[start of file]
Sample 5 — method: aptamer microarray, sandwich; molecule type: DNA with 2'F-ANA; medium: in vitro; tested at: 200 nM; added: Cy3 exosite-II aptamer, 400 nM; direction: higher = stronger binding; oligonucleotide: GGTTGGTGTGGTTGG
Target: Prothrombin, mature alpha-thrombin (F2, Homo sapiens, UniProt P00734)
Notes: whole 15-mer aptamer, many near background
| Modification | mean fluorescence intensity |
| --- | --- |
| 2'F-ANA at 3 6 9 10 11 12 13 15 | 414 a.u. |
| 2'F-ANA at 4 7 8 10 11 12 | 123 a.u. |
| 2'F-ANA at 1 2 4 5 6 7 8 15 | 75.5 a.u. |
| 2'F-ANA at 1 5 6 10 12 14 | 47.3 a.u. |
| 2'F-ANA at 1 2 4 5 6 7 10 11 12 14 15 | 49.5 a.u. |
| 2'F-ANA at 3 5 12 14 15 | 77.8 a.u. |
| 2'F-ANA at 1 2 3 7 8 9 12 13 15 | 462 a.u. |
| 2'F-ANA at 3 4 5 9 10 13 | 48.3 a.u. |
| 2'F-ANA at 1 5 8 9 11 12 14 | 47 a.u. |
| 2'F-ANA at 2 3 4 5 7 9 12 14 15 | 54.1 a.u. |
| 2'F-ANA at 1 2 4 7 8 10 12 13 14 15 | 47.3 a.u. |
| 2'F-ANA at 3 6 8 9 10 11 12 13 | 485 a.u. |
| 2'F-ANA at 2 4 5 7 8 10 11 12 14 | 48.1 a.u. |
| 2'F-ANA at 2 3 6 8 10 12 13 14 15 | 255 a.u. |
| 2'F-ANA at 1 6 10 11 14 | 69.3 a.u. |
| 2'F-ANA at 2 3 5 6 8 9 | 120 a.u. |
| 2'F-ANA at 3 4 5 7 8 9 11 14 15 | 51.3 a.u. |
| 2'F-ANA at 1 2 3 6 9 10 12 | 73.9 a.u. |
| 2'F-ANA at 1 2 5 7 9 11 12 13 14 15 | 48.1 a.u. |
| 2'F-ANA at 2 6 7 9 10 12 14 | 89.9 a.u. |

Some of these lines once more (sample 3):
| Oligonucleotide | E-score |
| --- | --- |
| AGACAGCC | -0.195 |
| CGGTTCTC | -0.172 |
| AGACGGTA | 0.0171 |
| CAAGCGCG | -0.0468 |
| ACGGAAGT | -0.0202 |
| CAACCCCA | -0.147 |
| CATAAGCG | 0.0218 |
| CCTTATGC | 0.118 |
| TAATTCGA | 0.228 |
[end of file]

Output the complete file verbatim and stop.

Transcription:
Sample 5 — method: aptamer microarray, sandwich; molecule type: DNA with 2'F-ANA; medium: in vitro; tested at: 200 nM; added: Cy3 exosite-II aptamer, 400 nM; direction: higher = stronger binding; oligonucleotide: GGTTGGTGTGGTTGG
Target: Prothrombin, mature alpha-thrombin (F2, Homo sapiens, UniProt P00734)
Notes: whole 15-mer aptamer, many near background
| Modification | mean fluorescence intensity |
| --- | --- |
| 2'F-ANA at 3 6 9 10 11 12 13 15 | 414 a.u. |
| 2'F-ANA at 4 7 8 10 11 12 | 123 a.u. |
| 2'F-ANA at 1 2 4 5 6 7 8 15 | 75.5 a.u. |
| 2'F-ANA at 1 5 6 10 12 14 | 47.3 a.u. |
| 2'F-ANA at 1 2 4 5 6 7 10 11 12 14 15 | 49.5 a.u. |
| 2'F-ANA at 3 5 12 14 15 | 77.8 a.u. |
| 2'F-ANA at 1 2 3 7 8 9 12 13 15 | 462 a.u. |
| 2'F-ANA at 3 4 5 9 10 13 | 48.3 a.u. |
| 2'F-ANA at 1 5 8 9 11 12 14 | 47 a.u. |
| 2'F-ANA at 2 3 4 5 7 9 12 14 15 | 54.1 a.u. |
| 2'F-ANA at 1 2 4 7 8 10 12 13 14 15 | 47.3 a.u. |
| 2'F-ANA at 3 6 8 9 10 11 12 13 | 485 a.u. |
| 2'F-ANA at 2 4 5 7 8 10 11 12 14 | 48.1 a.u. |
| 2'F-ANA at 2 3 6 8 10 12 13 14 15 | 255 a.u. |
| 2'F-ANA at 1 6 10 11 14 | 69.3 a.u. |
| 2'F-ANA at 2 3 5 6 8 9 | 120 a.u. |
| 2'F-ANA at 3 4 5 7 8 9 11 14 15 | 51.3 a.u. |
| 2'F-ANA at 1 2 3 6 9 10 12 | 73.9 a.u. |
| 2'F-ANA at 1 2 5 7 9 11 12 13 14 15 | 48.1 a.u. |
| 2'F-ANA at 2 6 7 9 10 12 14 | 89.9 a.u. |

Some of these lines once more (sample 3):
| Oligonucleotide | E-score |
| --- | --- |
| AGACAGCC | -0.195 |
| CGGTTCTC | -0.172 |
| AGACGGTA | 0.0171 |
| CAAGCGCG | -0.0468 |
| ACGGAAGT | -0.0202 |
| CAACCCCA | -0.147 |
| CATAAGCG | 0.0218 |
| CCTTATGC | 0.118 |
| TAATTCGA | 0.228 |